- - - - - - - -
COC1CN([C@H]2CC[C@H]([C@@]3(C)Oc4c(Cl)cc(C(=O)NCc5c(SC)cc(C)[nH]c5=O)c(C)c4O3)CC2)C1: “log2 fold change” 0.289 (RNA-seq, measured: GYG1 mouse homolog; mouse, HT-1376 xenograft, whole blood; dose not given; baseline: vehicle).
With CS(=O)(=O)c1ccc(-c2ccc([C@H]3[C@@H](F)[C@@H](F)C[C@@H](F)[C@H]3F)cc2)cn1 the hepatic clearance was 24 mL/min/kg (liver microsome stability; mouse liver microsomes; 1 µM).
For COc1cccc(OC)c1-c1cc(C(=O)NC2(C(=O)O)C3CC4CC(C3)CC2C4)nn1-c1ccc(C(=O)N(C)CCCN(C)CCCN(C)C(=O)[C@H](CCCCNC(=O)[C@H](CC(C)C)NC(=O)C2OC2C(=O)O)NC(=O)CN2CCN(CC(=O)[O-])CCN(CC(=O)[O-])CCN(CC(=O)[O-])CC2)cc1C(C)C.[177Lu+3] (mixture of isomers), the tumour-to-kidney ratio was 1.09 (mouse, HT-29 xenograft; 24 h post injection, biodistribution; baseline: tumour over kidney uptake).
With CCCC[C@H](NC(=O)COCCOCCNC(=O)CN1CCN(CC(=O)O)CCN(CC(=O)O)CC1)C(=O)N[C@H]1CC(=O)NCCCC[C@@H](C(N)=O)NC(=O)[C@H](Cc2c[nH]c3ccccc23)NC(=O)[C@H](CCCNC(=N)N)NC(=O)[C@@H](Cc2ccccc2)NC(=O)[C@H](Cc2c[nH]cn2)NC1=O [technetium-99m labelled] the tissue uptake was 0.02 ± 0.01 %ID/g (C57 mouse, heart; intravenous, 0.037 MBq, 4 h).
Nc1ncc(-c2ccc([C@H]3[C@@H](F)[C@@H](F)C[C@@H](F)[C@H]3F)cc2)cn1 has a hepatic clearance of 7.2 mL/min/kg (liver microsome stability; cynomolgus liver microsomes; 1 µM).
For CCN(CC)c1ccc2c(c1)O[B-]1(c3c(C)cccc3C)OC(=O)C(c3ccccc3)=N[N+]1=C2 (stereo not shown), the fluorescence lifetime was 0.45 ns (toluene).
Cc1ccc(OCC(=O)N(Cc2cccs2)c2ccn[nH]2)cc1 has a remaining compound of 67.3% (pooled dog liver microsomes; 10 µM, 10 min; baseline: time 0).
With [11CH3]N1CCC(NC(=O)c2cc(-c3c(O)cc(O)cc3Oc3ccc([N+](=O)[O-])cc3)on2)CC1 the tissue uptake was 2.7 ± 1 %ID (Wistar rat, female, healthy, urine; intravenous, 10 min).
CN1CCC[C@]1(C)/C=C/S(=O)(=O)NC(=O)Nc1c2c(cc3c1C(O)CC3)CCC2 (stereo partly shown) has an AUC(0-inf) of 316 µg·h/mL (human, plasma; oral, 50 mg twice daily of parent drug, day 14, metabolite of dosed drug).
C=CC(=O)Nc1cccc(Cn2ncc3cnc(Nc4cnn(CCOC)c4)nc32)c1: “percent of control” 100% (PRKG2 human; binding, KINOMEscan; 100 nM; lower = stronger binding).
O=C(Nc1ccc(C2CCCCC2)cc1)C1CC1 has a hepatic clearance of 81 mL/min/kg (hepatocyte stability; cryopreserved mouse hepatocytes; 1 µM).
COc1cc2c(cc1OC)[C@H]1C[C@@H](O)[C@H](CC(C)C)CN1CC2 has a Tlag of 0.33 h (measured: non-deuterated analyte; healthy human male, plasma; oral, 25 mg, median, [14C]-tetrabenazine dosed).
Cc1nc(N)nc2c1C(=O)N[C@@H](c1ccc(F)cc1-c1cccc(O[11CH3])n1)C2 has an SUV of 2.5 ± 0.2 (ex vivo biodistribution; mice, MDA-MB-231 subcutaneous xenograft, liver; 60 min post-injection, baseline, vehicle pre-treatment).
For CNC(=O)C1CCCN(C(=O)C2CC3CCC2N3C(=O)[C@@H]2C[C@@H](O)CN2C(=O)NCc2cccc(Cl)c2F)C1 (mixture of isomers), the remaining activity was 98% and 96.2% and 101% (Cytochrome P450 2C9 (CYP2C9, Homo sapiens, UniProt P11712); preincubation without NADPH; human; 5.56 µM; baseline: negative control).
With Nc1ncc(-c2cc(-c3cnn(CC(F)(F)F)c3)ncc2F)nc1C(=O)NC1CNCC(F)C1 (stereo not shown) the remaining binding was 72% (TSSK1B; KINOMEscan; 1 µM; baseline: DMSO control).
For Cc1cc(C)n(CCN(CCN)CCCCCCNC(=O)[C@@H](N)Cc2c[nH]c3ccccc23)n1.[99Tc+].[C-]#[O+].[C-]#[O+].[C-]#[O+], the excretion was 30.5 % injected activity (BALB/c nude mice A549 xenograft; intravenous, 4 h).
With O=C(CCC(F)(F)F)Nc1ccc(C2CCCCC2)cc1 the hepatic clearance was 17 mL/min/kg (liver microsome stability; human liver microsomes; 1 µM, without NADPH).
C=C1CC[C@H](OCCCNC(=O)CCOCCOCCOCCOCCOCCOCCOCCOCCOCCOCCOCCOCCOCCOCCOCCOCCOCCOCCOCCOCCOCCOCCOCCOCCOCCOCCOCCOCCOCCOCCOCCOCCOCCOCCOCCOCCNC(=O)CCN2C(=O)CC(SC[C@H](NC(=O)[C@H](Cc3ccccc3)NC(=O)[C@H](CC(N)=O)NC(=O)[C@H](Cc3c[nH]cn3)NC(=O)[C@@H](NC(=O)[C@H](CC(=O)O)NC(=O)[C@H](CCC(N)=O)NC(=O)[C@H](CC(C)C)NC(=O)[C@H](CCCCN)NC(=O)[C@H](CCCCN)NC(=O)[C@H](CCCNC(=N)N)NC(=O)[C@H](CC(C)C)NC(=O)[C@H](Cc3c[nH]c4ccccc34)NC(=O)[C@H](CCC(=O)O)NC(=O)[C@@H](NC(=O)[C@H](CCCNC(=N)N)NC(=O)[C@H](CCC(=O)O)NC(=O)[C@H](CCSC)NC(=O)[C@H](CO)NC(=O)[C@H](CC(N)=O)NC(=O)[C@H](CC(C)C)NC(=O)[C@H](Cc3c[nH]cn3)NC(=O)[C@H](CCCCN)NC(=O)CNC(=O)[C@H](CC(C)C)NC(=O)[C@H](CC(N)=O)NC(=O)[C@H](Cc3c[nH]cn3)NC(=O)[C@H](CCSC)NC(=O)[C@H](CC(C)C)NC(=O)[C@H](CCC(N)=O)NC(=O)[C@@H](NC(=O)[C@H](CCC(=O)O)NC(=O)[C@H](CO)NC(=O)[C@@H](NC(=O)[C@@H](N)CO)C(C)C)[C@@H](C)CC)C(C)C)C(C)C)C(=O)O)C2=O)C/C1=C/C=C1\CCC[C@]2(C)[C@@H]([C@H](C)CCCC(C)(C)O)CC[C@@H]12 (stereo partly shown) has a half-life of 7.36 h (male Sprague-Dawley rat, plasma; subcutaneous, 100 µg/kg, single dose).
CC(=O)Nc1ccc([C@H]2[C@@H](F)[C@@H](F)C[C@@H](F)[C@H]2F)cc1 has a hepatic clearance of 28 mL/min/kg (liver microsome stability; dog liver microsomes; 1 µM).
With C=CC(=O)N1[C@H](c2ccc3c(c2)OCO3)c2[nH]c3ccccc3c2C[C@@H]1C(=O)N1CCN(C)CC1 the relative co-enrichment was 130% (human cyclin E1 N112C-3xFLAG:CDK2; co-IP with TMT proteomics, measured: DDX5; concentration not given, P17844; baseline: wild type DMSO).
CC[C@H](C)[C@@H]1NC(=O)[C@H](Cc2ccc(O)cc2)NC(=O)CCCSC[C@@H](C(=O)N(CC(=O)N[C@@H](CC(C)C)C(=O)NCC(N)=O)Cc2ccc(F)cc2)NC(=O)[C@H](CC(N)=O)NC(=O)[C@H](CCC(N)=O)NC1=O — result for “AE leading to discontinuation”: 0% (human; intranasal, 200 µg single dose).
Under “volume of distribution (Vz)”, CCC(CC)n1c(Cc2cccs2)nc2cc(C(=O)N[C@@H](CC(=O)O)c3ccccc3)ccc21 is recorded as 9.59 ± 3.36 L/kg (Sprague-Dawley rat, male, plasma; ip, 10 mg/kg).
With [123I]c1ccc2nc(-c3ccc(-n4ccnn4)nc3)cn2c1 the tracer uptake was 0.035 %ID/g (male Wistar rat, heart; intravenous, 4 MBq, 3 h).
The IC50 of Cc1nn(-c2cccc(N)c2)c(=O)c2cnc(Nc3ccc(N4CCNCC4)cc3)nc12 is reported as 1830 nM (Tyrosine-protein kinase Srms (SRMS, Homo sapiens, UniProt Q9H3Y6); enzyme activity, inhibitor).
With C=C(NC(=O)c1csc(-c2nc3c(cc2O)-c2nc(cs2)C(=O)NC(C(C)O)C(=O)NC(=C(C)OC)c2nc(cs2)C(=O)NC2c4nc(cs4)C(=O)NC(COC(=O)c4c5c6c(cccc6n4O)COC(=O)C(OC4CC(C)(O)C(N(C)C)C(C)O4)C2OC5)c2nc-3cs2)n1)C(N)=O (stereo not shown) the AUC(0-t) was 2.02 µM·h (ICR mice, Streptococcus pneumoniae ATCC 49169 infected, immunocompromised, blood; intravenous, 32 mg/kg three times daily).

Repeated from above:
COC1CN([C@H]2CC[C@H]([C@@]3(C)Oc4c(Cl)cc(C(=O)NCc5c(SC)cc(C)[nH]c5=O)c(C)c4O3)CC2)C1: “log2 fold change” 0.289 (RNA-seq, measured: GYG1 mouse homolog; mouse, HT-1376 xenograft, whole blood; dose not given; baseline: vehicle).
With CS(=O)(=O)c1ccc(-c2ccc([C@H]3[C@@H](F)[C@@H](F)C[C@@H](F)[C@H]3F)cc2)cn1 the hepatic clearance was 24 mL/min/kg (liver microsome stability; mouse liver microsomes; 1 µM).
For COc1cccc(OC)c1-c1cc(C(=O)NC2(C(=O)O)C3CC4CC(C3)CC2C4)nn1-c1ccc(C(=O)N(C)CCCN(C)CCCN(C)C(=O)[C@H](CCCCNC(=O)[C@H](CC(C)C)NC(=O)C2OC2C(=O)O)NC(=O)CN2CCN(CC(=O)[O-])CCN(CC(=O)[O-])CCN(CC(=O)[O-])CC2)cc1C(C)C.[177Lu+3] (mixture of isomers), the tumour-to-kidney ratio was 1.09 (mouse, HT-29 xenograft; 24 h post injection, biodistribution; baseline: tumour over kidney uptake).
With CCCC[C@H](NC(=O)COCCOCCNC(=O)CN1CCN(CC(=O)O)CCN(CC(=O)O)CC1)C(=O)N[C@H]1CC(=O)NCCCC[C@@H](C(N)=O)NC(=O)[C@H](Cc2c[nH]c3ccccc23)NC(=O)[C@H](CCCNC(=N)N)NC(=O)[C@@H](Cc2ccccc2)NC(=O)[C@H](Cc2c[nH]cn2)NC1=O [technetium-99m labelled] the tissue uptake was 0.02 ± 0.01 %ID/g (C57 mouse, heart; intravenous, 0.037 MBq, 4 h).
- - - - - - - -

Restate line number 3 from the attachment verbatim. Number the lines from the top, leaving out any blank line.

For COc1cccc(OC)c1-c1cc(C(=O)NC2(C(=O)O)C3CC4CC(C3)CC2C4)nn1-c1ccc(C(=O)N(C)CCCN(C)CCCN(C)C(=O)[C@H](CCCCNC(=O)[C@H](CC(C)C)NC(=O)C2OC2C(=O)O)NC(=O)CN2CCN(CC(=O)[O-])CCN(CC(=O)[O-])CCN(CC(=O)[O-])CC2)cc1C(C)C.[177Lu+3] (mixture of isomers), the tumour-to-kidney ratio was 1.09 (mouse, HT-29 xenograft; 24 h post injection, biodistribution; baseline: tumour over kidney uptake).